Wednesday, April 27, 2011

Observations on Me by Me...

Unity Books (on facebook) linked to this interesting article in the Guardian - a piece written by an author about how success affects you. I liked this bit - "The thing is that nobody becomes a writer because of his or her tremendous ease with social interactions and the spontaneity of the spoken word." (ain't that the truth) and the bit about consistency of style: how we work hard to figure out how to be consistent and then once we are, have to figure out how to change.

Whether we are successful or not, time changes us. I am no longer the wide-eyed rube that I was in 2000, toiling away in free-wheeling isolation. Whether my writing is better or worse for the influence of my experiences over the last eleven years, there is no denying it is different. I think though that you can still clearly see ME in my writing from either end of that time period.

And as my brain is fried by finishing my current WIP (now at 40,913 words - having started with a goal of 40,000) here are some observations on ME by ME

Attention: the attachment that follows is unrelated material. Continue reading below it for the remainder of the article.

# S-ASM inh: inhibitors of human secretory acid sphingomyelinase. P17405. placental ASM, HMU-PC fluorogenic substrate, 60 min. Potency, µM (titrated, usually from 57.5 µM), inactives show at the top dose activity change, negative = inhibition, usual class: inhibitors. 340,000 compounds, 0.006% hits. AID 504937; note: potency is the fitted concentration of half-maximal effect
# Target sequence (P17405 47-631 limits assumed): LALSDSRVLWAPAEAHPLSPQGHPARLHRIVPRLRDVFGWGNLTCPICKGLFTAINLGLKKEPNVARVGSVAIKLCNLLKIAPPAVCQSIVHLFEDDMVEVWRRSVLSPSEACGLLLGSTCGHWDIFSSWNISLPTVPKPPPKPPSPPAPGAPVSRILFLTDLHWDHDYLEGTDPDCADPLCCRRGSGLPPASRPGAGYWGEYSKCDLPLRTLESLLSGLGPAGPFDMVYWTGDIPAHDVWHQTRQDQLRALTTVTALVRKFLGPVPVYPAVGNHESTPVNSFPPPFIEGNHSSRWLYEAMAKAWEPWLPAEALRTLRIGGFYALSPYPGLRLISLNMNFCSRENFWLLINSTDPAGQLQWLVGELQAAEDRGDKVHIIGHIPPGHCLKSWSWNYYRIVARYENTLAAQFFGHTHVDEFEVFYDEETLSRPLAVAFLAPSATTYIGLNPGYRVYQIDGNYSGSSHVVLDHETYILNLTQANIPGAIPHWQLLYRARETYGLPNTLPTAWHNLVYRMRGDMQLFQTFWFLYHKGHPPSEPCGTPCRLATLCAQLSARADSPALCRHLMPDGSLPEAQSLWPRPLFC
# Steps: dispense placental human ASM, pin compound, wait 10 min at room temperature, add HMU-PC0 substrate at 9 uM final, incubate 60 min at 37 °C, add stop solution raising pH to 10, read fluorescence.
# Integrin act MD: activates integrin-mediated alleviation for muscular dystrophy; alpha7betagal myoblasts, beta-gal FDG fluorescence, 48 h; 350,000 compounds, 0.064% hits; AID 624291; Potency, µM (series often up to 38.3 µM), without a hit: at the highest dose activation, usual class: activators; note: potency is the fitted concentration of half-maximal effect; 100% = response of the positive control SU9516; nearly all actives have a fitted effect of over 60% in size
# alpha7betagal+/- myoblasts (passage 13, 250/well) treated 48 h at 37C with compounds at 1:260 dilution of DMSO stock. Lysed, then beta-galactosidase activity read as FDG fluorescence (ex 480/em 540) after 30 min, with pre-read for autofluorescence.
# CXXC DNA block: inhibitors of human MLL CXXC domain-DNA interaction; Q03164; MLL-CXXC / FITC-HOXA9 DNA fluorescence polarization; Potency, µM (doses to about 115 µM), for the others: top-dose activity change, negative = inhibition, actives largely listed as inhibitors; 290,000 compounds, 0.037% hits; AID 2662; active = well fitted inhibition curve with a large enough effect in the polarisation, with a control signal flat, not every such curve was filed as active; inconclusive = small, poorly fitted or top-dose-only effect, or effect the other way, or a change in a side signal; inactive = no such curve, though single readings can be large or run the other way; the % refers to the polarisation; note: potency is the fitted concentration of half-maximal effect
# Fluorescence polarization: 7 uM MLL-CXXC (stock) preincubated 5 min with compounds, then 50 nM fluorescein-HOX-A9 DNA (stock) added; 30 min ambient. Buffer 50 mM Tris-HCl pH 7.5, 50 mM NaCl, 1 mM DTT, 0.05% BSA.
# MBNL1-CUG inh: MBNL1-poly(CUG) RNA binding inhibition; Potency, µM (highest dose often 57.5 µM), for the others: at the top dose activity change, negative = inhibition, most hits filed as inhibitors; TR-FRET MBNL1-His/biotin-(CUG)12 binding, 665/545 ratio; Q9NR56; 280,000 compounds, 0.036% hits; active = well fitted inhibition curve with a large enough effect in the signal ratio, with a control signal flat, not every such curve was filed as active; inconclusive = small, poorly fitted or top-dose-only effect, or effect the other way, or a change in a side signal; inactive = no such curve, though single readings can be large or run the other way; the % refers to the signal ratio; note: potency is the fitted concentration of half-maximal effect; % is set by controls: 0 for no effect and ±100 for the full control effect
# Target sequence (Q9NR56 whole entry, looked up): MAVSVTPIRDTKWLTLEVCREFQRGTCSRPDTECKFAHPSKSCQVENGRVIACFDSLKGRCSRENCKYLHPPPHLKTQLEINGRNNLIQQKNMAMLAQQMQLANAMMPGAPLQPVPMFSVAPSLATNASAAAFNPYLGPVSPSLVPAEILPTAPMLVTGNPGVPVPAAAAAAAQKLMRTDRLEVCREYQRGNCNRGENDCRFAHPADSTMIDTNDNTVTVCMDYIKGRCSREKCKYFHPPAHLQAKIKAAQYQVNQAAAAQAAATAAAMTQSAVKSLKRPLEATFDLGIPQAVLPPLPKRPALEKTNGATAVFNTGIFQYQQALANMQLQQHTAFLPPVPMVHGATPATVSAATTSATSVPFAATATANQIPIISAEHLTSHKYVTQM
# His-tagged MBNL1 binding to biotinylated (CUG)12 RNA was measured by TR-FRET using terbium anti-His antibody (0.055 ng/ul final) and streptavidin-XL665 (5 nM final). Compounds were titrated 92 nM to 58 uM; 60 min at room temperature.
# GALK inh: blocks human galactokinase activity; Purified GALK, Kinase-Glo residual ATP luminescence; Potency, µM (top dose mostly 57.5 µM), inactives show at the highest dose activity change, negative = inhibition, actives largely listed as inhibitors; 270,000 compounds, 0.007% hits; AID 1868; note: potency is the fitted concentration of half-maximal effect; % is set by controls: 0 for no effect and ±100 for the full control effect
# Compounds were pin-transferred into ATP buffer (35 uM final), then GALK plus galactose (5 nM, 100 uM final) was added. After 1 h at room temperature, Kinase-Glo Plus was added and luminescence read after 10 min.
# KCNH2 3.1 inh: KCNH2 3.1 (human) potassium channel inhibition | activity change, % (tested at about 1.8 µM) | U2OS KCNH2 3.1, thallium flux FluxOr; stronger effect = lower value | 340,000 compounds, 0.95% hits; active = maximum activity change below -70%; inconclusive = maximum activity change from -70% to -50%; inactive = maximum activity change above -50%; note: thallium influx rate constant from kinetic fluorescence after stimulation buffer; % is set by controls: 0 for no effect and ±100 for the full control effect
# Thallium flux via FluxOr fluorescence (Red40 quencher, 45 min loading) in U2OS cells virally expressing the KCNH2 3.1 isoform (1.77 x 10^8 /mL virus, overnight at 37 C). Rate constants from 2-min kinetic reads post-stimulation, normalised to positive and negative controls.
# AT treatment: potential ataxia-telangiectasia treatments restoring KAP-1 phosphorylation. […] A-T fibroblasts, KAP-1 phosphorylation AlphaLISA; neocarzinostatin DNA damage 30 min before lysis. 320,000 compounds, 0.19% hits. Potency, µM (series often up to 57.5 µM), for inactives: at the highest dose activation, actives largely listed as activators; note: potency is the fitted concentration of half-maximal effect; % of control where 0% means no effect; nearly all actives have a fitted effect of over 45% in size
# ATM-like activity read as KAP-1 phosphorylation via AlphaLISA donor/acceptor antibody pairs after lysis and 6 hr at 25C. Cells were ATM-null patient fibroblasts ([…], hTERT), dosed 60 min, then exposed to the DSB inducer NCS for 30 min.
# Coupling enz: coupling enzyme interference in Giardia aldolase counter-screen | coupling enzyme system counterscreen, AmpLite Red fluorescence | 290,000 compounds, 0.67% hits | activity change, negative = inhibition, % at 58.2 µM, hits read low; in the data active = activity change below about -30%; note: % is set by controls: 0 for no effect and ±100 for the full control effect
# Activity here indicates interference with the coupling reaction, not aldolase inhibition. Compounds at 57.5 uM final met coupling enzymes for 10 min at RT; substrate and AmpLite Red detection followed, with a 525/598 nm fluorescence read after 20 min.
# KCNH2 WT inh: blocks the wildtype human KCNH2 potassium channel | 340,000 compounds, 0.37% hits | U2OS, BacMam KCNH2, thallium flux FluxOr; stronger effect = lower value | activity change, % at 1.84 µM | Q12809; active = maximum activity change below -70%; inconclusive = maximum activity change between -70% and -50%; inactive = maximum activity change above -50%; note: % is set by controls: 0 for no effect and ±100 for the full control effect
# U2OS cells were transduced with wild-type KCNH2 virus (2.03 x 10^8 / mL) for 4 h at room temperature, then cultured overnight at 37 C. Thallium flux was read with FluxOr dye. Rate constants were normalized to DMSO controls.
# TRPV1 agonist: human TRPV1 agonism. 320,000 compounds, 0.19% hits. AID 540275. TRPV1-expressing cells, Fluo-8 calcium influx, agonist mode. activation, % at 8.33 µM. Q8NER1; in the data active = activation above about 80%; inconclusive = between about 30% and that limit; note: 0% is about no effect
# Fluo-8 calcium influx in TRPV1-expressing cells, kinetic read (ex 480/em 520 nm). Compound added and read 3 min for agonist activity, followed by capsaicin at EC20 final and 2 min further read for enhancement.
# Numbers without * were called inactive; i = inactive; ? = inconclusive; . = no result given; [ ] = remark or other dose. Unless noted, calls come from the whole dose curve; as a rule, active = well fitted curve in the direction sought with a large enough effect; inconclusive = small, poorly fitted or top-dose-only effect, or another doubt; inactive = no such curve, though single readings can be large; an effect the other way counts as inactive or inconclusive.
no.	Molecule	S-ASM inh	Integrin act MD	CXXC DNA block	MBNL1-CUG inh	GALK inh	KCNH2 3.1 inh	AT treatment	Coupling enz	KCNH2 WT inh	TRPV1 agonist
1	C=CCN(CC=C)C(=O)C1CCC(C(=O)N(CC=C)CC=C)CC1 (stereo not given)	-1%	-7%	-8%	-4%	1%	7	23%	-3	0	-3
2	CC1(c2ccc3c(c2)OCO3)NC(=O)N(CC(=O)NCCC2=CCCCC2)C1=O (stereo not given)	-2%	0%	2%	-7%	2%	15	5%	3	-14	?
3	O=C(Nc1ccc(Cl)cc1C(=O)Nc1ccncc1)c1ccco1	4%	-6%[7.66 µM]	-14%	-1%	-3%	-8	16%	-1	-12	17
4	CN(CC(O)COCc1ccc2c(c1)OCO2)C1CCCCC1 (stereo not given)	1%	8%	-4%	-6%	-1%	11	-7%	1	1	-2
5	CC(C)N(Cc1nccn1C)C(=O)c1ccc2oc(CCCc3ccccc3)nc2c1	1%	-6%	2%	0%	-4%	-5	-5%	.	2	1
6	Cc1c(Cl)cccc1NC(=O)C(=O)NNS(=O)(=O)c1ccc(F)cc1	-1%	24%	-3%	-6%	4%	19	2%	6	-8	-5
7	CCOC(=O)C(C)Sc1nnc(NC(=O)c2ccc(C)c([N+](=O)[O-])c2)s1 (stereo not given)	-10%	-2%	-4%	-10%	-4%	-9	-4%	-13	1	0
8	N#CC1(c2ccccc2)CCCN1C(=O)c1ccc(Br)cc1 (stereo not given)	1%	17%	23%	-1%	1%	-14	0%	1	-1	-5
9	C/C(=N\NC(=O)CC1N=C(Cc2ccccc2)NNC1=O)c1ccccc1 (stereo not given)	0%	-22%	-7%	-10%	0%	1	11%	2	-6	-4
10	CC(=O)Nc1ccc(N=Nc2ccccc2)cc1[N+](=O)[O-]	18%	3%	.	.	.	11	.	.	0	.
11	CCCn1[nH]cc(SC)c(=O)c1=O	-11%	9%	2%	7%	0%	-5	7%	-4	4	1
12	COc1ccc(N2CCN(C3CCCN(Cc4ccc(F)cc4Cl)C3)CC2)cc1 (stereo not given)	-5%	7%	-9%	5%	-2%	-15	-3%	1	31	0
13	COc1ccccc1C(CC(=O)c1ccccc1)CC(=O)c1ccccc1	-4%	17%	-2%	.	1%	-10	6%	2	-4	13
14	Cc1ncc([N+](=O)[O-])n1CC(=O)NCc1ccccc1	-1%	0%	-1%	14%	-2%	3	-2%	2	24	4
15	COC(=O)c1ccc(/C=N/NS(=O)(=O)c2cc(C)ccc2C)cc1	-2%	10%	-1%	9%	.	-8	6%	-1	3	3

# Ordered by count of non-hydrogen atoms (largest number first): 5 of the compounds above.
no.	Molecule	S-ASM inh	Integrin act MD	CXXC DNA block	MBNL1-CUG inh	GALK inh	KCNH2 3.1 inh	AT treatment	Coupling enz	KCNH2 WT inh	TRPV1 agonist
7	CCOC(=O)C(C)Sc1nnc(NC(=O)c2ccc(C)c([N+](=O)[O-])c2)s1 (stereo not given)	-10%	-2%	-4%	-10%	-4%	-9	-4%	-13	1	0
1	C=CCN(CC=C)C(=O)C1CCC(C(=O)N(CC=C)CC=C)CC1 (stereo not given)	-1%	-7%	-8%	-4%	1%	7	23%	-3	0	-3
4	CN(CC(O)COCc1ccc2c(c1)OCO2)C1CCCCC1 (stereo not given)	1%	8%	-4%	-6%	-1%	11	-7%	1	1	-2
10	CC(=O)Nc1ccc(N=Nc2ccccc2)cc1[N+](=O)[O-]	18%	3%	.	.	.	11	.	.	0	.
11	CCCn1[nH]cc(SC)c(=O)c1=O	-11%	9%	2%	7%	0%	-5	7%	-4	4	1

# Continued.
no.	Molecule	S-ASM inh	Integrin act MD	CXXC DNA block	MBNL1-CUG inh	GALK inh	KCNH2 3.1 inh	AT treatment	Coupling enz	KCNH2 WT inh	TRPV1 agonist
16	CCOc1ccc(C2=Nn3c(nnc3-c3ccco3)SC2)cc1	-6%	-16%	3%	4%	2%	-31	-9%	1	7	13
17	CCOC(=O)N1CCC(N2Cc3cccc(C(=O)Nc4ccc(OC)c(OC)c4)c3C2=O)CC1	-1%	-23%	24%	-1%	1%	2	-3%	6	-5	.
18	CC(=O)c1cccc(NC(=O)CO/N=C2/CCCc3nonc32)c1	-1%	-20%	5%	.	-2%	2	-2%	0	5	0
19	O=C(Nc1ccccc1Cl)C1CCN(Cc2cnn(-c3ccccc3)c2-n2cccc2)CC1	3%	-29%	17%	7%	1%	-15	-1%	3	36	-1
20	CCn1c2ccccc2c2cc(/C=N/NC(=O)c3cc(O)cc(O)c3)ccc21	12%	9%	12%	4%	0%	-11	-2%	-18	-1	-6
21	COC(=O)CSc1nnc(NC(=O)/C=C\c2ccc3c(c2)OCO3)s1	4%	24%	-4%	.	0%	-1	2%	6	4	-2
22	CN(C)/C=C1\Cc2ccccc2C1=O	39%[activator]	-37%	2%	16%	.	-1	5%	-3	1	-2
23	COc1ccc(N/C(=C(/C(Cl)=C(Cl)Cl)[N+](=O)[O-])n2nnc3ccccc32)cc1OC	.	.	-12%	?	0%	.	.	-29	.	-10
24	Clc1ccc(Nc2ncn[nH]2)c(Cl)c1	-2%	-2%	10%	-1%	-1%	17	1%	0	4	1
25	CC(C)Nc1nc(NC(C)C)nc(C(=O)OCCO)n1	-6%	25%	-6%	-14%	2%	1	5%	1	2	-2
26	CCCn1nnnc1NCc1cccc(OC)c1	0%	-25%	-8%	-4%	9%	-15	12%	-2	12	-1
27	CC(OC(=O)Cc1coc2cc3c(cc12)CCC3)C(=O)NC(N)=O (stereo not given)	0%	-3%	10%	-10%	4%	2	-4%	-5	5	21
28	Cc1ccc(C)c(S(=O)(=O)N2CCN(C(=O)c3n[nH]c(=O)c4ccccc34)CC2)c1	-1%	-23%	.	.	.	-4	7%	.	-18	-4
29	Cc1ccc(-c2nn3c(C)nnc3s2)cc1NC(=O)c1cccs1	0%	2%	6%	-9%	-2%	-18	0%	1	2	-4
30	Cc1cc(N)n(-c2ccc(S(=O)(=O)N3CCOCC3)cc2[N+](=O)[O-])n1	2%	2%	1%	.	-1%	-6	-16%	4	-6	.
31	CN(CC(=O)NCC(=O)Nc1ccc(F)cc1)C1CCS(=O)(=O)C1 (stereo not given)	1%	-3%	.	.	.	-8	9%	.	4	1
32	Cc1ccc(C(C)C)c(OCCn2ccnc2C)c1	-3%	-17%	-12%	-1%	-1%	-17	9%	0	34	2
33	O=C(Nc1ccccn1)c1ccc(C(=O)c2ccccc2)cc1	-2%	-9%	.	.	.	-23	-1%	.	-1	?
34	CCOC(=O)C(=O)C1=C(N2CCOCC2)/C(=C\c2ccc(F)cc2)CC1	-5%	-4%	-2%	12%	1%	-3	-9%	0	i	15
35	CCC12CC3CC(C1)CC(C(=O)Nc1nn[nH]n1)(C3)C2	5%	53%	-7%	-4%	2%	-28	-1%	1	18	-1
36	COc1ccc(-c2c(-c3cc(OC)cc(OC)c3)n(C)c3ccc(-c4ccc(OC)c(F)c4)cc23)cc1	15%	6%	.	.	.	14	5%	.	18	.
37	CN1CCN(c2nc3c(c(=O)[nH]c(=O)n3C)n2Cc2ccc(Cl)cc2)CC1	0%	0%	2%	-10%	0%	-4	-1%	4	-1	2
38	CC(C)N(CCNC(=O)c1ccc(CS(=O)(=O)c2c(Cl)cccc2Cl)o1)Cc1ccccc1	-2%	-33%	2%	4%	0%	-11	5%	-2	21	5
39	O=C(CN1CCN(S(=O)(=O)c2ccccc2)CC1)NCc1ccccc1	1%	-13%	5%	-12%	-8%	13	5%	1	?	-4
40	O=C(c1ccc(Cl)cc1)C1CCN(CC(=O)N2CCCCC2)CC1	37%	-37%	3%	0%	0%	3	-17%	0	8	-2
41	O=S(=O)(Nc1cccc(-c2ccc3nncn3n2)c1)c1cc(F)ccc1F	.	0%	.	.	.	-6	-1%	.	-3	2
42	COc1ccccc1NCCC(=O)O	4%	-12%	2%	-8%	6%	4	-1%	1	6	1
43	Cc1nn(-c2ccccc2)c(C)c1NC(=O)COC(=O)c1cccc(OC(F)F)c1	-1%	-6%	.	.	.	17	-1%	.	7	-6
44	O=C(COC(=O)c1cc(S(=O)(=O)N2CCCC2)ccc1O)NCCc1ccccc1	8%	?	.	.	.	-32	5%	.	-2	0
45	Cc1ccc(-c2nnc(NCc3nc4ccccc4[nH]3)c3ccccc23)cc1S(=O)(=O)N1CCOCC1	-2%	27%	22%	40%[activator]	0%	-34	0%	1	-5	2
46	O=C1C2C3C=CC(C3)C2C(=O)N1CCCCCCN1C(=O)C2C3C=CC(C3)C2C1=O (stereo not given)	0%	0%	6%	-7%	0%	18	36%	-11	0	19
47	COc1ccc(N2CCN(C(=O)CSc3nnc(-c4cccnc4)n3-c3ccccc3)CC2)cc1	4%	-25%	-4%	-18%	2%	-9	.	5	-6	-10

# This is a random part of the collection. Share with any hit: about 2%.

1.Straight down rain makes me think of Beatrix Potter - I expect to see Peter Rabbit in his blue coat running across the front lawn any minute
2. I am craving rare steak but don't blame the vampires or were-wolves.
3. I've been researching what dates Easter fell on in 1943 and all about cotton seed oil and the (potentially fatal) by-product left behind by pressing the seeds
4. Wishing the instant departure of my e-mails was matched by an instant reply
5. I'm thinking of changing my favourite colour
6. Would like to question the birth certificates of all those people questioning Obama's - see how they like it to be perpetually doubted with no chance of 100% proof
7. Would like to write a novel based in Ancient Egypt
8. I am afraid of....ha ha like I'm ever going to tell you that
9. My favourite numbers are 3 and 7
10. I'm not keen to meet my writing heroes because I would be speechless in their presence

So there :)

Saturday, April 23, 2011

Just the facts ma'am...